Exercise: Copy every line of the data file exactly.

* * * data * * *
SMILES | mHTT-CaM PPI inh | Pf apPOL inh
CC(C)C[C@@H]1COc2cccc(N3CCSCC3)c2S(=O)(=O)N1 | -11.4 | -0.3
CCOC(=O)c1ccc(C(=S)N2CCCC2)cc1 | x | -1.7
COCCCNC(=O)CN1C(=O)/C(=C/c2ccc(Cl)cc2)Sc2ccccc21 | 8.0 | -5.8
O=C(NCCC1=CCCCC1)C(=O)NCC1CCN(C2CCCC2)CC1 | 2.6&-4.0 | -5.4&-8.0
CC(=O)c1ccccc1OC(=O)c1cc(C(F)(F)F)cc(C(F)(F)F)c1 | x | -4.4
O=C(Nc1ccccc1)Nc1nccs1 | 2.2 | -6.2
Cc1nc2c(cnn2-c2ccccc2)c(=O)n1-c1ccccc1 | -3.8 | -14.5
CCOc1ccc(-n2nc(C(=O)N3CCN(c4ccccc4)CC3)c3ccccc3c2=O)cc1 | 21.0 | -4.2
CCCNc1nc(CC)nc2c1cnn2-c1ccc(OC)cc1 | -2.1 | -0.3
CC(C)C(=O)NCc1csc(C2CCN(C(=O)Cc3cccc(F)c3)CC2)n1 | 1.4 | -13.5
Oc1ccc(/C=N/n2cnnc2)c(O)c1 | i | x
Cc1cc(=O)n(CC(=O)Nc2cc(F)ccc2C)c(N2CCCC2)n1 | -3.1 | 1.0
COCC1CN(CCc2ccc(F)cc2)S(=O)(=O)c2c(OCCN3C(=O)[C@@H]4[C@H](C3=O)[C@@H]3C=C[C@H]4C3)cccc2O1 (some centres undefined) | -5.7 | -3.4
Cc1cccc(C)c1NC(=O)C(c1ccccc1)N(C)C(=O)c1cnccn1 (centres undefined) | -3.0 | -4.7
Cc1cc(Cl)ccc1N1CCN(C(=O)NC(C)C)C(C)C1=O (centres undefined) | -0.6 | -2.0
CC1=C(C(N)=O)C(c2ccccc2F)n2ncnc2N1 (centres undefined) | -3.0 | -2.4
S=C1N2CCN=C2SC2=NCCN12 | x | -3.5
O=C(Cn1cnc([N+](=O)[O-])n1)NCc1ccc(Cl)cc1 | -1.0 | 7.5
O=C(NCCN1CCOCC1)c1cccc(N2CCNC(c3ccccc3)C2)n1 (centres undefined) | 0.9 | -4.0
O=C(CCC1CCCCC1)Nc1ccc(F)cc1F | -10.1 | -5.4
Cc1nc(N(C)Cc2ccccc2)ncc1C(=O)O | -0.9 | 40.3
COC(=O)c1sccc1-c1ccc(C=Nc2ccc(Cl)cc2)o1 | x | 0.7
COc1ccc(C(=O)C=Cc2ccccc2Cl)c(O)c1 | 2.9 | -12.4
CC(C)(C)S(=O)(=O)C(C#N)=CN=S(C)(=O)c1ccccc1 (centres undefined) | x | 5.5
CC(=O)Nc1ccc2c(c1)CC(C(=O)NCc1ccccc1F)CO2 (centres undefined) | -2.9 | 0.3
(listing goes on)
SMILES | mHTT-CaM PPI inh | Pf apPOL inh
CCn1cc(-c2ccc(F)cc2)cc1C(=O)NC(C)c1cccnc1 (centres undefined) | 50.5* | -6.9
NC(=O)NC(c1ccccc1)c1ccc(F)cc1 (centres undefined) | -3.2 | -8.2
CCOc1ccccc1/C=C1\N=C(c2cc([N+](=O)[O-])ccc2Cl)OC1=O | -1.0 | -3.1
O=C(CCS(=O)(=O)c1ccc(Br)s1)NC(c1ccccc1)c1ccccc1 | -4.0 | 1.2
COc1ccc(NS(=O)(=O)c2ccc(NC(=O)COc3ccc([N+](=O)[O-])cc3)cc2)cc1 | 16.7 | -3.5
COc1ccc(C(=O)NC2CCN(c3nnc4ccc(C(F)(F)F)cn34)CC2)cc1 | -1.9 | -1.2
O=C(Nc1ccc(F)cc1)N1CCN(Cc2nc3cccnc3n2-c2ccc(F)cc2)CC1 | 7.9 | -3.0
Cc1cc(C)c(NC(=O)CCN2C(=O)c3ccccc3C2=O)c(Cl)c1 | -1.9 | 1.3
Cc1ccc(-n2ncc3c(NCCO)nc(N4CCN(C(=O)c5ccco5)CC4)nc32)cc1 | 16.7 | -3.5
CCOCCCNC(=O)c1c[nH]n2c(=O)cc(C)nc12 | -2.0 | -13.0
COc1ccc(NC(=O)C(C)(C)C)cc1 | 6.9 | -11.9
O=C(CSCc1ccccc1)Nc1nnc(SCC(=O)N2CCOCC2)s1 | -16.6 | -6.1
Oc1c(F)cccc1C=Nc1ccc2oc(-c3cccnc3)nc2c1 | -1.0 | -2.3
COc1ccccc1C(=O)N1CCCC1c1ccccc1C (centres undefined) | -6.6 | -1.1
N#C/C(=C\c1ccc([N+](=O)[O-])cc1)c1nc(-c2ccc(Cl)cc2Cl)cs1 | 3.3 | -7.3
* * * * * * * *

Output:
SMILES | mHTT-CaM PPI inh | Pf apPOL inh
CC(C)C[C@@H]1COc2cccc(N3CCSCC3)c2S(=O)(=O)N1 | -11.4 | -0.3
CCOC(=O)c1ccc(C(=S)N2CCCC2)cc1 | x | -1.7
COCCCNC(=O)CN1C(=O)/C(=C/c2ccc(Cl)cc2)Sc2ccccc21 | 8.0 | -5.8
O=C(NCCC1=CCCCC1)C(=O)NCC1CCN(C2CCCC2)CC1 | 2.6&-4.0 | -5.4&-8.0
CC(=O)c1ccccc1OC(=O)c1cc(C(F)(F)F)cc(C(F)(F)F)c1 | x | -4.4
O=C(Nc1ccccc1)Nc1nccs1 | 2.2 | -6.2
Cc1nc2c(cnn2-c2ccccc2)c(=O)n1-c1ccccc1 | -3.8 | -14.5
CCOc1ccc(-n2nc(C(=O)N3CCN(c4ccccc4)CC3)c3ccccc3c2=O)cc1 | 21.0 | -4.2
CCCNc1nc(CC)nc2c1cnn2-c1ccc(OC)cc1 | -2.1 | -0.3
CC(C)C(=O)NCc1csc(C2CCN(C(=O)Cc3cccc(F)c3)CC2)n1 | 1.4 | -13.5
Oc1ccc(/C=N/n2cnnc2)c(O)c1 | i | x
Cc1cc(=O)n(CC(=O)Nc2cc(F)ccc2C)c(N2CCCC2)n1 | -3.1 | 1.0
COCC1CN(CCc2ccc(F)cc2)S(=O)(=O)c2c(OCCN3C(=O)[C@@H]4[C@H](C3=O)[C@@H]3C=C[C@H]4C3)cccc2O1 (some centres undefined) | -5.7 | -3.4
Cc1cccc(C)c1NC(=O)C(c1ccccc1)N(C)C(=O)c1cnccn1 (centres undefined) | -3.0 | -4.7
Cc1cc(Cl)ccc1N1CCN(C(=O)NC(C)C)C(C)C1=O (centres undefined) | -0.6 | -2.0
CC1=C(C(N)=O)C(c2ccccc2F)n2ncnc2N1 (centres undefined) | -3.0 | -2.4
S=C1N2CCN=C2SC2=NCCN12 | x | -3.5
O=C(Cn1cnc([N+](=O)[O-])n1)NCc1ccc(Cl)cc1 | -1.0 | 7.5
O=C(NCCN1CCOCC1)c1cccc(N2CCNC(c3ccccc3)C2)n1 (centres undefined) | 0.9 | -4.0
O=C(CCC1CCCCC1)Nc1ccc(F)cc1F | -10.1 | -5.4
Cc1nc(N(C)Cc2ccccc2)ncc1C(=O)O | -0.9 | 40.3
COC(=O)c1sccc1-c1ccc(C=Nc2ccc(Cl)cc2)o1 | x | 0.7
COc1ccc(C(=O)C=Cc2ccccc2Cl)c(O)c1 | 2.9 | -12.4
CC(C)(C)S(=O)(=O)C(C#N)=CN=S(C)(=O)c1ccccc1 (centres undefined) | x | 5.5
CC(=O)Nc1ccc2c(c1)CC(C(=O)NCc1ccccc1F)CO2 (centres undefined) | -2.9 | 0.3
(listing goes on)
SMILES | mHTT-CaM PPI inh | Pf apPOL inh
CCn1cc(-c2ccc(F)cc2)cc1C(=O)NC(C)c1cccnc1 (centres undefined) | 50.5* | -6.9
NC(=O)NC(c1ccccc1)c1ccc(F)cc1 (centres undefined) | -3.2 | -8.2
CCOc1ccccc1/C=C1\N=C(c2cc([N+](=O)[O-])ccc2Cl)OC1=O | -1.0 | -3.1
O=C(CCS(=O)(=O)c1ccc(Br)s1)NC(c1ccccc1)c1ccccc1 | -4.0 | 1.2
COc1ccc(NS(=O)(=O)c2ccc(NC(=O)COc3ccc([N+](=O)[O-])cc3)cc2)cc1 | 16.7 | -3.5
COc1ccc(C(=O)NC2CCN(c3nnc4ccc(C(F)(F)F)cn34)CC2)cc1 | -1.9 | -1.2
O=C(Nc1ccc(F)cc1)N1CCN(Cc2nc3cccnc3n2-c2ccc(F)cc2)CC1 | 7.9 | -3.0
Cc1cc(C)c(NC(=O)CCN2C(=O)c3ccccc3C2=O)c(Cl)c1 | -1.9 | 1.3
Cc1ccc(-n2ncc3c(NCCO)nc(N4CCN(C(=O)c5ccco5)CC4)nc32)cc1 | 16.7 | -3.5
CCOCCCNC(=O)c1c[nH]n2c(=O)cc(C)nc12 | -2.0 | -13.0
COc1ccc(NC(=O)C(C)(C)C)cc1 | 6.9 | -11.9
O=C(CSCc1ccccc1)Nc1nnc(SCC(=O)N2CCOCC2)s1 | -16.6 | -6.1
Oc1c(F)cccc1C=Nc1ccc2oc(-c3cccnc3)nc2c1 | -1.0 | -2.3
COc1ccccc1C(=O)N1CCCC1c1ccccc1C (centres undefined) | -6.6 | -1.1
N#C/C(=C\c1ccc([N+](=O)[O-])cc1)c1nc(-c2ccc(Cl)cc2Cl)cs1 | 3.3 | -7.3